Unravelling Discretionary Powers U/s 143-A of the Negotiable Instruments Act for Interim Compensation in Cheque Dishonour Cases: Supreme Court


The Supreme Court, in the case of ‘Rakesh Ranjan Shrivastava Vs. The State of Jharkhand’ addressed the discretionary power conferred upon courts under Section 143-A of the Negotiable Instruments Act, 1881 (N.I. Act), specifically regarding the grant of interim compensation. The Court underscored the importance of a judicious exercise of discretion, emphasizing the need for a prima facie evaluation of the case, consideration of the accused’s financial situation, and the plausibility of their defence. The judgment sets out various factors to be taken into account by courts while deciding on applications for interim compensation under Section 143-A.



The case of ‘Rakesh Ranjan Shrivastava Vs. The State of Jharkhand’ pertains to a criminal appeal against the decision of the Jharkhand High Court, which upheld the Trial Court’s order directing payment of interim compensation of Rs. 10,00,000/- to the respondent under Section 143-A of the Negotiable Instruments Act, 1881. The Supreme Court bench, comprising of Justice Abhay S. Oka and Justice Ujjal Bhuyan, set aside the impugned judgments, emphasizing the necessity for courts to exercise discretion judiciously while granting interim compensation under Section 143-A.


The object of Section 143-A:

The Court noted that Section 143-A was introduced by Act No. 20 of 2018 to address delays in resolving dishonoured cheque cases. This provision allows courts to grant interim compensation to complainants. Additionally, the Court observed that Section 148 of the N.I. Act supplements Section 143-A by enabling appellate courts to order the appellant to deposit a portion of the fine or compensation awarded by the Trial Court. The Court clarified that the amount payable under Section 148 is separate from interim compensation under Section 143-A.


Discretionary Nature of Section 143-A (1):

The Court deliberated on whether Section 143-A (1) is mandatory or discretionary. It elucidated that the use of “may” in legislation can sometimes be construed as “shall” or vice versa, depending on the context. The Court determined that nonpayment of interim compensation does not deprive the accused of their right to defence, and the amount can be recovered akin to a fine. Various methods of recovery were outlined, including attachment of movable property or realization as arrears of land revenue. The Court emphasized the significant consequences of non-payment, even if the accused is acquitted.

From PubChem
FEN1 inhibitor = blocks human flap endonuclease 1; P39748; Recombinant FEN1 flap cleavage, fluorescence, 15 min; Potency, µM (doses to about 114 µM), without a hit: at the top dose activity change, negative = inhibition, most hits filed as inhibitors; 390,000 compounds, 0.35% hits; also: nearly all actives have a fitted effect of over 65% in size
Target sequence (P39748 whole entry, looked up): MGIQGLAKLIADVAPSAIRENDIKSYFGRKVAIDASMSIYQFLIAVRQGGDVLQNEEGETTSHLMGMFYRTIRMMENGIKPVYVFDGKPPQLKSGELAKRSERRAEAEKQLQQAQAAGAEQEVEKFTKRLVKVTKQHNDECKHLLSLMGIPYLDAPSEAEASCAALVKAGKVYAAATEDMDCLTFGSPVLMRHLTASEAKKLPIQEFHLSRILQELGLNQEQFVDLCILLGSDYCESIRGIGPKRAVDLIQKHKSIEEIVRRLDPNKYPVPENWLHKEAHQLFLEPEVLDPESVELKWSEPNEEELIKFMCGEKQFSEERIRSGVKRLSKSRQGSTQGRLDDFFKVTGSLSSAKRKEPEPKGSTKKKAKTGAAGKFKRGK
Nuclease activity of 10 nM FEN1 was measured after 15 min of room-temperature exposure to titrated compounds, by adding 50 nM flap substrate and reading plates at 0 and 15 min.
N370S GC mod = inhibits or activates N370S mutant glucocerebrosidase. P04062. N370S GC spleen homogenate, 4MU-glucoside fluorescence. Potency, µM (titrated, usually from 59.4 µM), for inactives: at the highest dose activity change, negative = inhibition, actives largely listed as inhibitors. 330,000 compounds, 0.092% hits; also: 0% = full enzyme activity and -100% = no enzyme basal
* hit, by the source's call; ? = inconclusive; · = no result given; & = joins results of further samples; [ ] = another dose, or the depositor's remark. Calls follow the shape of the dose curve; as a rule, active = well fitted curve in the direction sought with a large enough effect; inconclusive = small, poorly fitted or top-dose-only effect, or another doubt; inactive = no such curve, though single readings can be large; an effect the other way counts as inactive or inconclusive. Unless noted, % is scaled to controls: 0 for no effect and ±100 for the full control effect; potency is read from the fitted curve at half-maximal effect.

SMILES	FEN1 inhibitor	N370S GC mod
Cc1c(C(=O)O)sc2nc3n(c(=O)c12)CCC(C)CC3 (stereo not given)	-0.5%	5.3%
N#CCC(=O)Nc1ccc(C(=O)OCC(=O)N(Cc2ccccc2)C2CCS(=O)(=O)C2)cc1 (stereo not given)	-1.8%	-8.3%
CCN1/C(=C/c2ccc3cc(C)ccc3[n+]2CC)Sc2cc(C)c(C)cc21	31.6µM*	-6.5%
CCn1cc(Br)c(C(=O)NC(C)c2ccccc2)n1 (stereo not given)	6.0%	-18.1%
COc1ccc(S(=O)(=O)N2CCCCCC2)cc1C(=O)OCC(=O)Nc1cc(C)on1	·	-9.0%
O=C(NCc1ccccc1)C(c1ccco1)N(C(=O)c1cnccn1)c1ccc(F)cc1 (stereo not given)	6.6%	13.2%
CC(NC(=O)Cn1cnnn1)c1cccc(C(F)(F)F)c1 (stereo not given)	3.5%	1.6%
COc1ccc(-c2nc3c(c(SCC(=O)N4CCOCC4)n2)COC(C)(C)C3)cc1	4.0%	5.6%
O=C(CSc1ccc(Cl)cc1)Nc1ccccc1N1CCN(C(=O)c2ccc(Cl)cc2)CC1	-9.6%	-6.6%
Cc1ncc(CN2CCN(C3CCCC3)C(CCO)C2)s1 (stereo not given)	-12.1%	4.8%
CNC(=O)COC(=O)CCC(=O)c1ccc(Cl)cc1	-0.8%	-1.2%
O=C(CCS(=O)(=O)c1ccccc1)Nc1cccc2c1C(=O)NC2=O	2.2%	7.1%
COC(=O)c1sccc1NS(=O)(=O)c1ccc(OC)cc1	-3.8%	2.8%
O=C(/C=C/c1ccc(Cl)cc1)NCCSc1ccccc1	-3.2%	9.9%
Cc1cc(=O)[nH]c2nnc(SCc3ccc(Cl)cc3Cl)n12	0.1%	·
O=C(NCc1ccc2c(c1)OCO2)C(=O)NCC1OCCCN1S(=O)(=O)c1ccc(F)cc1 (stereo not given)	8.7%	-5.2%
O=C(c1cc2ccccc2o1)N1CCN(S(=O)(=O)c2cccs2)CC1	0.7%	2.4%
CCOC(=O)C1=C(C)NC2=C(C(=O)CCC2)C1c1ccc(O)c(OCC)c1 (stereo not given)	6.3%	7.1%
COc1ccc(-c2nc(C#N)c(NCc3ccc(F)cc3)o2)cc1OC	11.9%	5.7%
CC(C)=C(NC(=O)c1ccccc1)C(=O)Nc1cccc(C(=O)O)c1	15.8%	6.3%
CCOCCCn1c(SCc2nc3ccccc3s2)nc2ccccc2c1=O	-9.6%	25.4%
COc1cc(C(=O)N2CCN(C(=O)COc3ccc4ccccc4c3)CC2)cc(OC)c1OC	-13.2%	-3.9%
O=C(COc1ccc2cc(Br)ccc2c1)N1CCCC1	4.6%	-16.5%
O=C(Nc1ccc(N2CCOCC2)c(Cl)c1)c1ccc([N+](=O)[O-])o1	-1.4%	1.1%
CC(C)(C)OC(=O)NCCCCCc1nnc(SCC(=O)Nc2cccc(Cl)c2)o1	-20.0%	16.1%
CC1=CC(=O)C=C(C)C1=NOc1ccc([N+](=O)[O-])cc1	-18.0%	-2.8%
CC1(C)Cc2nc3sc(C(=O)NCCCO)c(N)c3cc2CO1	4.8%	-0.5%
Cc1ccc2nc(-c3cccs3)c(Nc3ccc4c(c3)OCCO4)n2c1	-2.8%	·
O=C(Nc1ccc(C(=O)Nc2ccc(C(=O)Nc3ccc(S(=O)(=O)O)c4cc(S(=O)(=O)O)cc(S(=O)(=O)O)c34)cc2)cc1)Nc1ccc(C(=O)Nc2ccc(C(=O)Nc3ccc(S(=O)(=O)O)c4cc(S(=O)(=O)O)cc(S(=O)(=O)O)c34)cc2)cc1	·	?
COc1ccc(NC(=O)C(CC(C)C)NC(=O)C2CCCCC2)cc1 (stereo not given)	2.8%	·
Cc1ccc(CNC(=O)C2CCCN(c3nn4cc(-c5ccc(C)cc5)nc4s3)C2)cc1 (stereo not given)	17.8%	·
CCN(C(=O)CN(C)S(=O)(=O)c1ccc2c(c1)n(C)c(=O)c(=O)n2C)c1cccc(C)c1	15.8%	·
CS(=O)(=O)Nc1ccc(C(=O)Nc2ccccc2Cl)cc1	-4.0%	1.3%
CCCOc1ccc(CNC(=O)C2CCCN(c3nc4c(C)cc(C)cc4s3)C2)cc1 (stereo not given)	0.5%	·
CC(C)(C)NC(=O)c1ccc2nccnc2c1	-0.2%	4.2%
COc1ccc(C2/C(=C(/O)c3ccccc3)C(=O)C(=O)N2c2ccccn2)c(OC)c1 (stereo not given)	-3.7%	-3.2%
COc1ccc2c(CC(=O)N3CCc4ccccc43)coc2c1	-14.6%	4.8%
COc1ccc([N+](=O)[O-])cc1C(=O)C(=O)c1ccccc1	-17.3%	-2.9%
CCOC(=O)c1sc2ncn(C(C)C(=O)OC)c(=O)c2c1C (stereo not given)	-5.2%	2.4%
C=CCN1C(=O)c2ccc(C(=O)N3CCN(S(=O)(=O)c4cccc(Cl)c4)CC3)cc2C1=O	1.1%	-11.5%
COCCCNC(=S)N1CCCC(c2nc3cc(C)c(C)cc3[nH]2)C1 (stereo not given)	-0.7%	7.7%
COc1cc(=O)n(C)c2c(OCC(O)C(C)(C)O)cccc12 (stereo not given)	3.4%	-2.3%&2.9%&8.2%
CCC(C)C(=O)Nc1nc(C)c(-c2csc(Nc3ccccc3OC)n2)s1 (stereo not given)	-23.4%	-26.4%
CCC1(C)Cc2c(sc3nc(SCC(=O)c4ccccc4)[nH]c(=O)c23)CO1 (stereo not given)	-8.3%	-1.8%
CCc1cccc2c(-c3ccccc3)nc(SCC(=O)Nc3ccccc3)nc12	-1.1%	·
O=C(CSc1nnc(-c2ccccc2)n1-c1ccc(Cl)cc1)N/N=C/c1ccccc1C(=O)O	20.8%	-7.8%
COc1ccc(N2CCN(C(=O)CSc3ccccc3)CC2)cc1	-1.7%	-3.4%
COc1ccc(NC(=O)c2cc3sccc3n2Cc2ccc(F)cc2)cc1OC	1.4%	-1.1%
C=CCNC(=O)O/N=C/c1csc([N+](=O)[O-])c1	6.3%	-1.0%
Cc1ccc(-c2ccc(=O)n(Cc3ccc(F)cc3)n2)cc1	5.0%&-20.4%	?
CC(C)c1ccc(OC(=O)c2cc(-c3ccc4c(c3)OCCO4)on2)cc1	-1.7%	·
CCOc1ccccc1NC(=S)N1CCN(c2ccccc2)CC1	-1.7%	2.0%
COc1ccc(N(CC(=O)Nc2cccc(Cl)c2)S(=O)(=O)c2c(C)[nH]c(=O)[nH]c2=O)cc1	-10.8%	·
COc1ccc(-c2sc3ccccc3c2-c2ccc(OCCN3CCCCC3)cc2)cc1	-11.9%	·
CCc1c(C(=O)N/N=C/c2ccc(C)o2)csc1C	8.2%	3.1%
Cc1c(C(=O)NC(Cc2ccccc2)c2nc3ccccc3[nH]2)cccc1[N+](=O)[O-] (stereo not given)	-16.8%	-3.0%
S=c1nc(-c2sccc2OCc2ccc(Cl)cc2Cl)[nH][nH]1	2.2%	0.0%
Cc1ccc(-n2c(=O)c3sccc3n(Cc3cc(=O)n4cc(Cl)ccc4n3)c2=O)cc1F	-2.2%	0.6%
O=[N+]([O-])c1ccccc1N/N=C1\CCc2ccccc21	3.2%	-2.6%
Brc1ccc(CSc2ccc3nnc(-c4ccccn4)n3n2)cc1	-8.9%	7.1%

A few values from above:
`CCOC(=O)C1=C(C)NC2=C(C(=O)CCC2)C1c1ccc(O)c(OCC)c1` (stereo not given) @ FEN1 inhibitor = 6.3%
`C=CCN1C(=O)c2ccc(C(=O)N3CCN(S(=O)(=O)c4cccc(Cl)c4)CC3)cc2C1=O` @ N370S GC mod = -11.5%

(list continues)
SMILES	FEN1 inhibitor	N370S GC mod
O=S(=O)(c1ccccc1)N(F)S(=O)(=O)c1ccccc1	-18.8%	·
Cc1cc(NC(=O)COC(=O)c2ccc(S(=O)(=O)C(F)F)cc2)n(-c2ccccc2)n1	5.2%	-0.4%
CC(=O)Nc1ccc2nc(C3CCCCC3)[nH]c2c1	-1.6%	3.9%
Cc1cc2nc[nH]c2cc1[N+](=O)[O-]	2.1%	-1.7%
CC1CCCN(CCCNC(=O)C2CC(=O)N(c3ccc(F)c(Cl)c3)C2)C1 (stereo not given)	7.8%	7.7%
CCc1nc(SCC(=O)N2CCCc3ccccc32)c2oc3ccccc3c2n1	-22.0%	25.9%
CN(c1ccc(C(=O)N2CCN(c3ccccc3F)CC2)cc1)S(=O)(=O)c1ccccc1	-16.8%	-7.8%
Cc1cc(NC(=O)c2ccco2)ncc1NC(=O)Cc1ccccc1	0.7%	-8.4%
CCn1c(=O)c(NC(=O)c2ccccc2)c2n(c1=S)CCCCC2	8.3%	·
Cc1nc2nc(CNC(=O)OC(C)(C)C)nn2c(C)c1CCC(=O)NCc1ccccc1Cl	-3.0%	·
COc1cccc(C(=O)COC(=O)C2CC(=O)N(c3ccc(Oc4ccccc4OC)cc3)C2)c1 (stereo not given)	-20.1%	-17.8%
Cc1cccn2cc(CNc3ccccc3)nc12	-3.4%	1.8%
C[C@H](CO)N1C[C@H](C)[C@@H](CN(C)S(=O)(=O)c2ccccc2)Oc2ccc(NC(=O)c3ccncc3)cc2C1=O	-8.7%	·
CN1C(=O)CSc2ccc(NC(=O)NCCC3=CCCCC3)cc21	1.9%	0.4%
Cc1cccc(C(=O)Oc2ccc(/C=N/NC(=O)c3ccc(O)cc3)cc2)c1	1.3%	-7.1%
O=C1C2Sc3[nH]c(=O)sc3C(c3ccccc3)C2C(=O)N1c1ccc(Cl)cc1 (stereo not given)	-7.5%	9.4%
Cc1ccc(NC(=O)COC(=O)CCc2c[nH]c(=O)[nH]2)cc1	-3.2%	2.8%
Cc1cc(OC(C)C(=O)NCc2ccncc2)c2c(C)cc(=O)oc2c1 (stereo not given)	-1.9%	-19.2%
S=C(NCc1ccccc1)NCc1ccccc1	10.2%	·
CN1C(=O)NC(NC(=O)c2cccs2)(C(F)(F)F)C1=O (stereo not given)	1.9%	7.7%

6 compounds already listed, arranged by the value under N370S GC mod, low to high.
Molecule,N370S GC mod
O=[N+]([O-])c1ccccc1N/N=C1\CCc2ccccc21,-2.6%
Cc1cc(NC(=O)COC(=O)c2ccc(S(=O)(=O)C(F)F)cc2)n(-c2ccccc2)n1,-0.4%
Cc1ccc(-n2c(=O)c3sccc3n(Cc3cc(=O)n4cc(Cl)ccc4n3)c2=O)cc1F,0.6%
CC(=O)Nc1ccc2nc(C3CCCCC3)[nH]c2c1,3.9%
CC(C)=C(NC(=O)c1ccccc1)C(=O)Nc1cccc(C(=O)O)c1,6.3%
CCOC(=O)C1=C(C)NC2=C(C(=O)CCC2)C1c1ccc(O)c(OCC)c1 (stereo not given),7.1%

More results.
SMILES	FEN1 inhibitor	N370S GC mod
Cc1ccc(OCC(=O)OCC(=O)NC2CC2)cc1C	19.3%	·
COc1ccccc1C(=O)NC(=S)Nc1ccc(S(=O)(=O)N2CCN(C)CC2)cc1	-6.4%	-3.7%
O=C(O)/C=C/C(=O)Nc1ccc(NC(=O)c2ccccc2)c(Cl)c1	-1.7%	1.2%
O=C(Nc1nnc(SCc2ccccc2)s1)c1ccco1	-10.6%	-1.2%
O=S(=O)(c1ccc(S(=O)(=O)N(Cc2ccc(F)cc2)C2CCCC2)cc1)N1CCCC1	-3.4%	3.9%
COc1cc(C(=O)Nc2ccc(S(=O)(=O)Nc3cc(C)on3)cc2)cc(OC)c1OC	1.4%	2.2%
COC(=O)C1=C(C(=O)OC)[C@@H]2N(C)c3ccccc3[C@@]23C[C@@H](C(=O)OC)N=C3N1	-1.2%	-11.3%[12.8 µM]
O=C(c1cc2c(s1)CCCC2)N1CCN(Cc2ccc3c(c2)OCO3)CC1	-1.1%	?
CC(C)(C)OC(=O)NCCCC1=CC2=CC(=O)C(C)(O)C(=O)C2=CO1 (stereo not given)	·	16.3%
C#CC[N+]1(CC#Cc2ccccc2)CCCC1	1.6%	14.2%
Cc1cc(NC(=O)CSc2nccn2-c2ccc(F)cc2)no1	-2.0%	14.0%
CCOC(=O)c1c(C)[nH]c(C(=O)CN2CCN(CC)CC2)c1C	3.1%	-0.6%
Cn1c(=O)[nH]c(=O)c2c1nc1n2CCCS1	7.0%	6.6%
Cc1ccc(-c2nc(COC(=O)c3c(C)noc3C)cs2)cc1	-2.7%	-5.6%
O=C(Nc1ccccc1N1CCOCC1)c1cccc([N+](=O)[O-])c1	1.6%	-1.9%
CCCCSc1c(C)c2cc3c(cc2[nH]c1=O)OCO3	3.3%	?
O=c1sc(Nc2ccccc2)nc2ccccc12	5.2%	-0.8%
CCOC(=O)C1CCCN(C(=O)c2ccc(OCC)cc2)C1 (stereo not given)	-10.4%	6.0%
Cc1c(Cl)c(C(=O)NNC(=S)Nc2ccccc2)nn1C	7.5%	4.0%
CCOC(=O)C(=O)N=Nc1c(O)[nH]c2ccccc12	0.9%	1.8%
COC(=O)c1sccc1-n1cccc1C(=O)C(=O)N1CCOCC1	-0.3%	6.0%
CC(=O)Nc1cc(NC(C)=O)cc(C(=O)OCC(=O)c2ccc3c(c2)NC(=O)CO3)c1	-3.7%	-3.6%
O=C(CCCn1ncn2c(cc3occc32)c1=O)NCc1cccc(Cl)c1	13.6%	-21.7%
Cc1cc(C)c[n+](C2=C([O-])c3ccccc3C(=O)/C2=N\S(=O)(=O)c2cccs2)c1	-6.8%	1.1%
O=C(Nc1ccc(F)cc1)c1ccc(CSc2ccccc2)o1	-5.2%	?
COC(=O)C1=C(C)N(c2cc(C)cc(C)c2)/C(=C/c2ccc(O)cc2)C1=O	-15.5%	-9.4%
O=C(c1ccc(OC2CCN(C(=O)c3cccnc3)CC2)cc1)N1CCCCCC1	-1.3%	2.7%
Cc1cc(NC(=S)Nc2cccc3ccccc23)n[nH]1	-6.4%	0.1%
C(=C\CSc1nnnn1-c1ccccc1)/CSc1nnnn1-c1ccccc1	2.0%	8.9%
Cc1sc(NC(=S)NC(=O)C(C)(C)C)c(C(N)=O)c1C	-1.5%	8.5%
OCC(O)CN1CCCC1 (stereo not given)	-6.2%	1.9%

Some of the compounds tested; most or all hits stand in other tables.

Factors for the Court’s Discretion:

The Court enumerated several factors to be considered by courts while exercising discretion under Section 143-A:

    • Prima facie evaluation: Courts must assess the merits of both the complainant’s case and the accused’s defence. The presumption under Section 139 of the N.I. Act alone does not warrant interim compensation.

    • Financial distress of the accused: The financial situation of the accused should be taken into account.

    • Plausible Defense: If the accused presents a prima facie plausible defence, the court may decline to grant interim compensation.

The Supreme Court emphasized that these factors are not exhaustive, and courts must tailor their analysis based on the specific circumstances of each case.



In the present case, the Court found that the Trial Court’s direction to deposit Rs. 10,00,000/- lacked consideration of the prima facie case and other relevant factors, indicating a failure to apply mind. Consequently, the Court directed the Trial Court to reconsider the application for interim compensation afresh. It was stipulated that the deposited amount shall remain with the Trial Court. The impugned judgments were set aside.

This judgment underscores the need for a balanced approach in exercising discretion under Section 143-A of the N.I. Act, ensuring fairness to both complainants and accused parties involved in dishonored cheque cases.

Disclaimer: This article is for informational purposes only and does not constitute legal advice. The content may not reflect the most current legal developments and is not guaranteed to be accurate, complete, or up-to-date. Readers should consult a qualified legal professional before taking any action based on the information provided. The authors and publishers disclaim any liability for any loss or damage incurred as a result of reliance on this article. This article does not create an attorney-client relationship.

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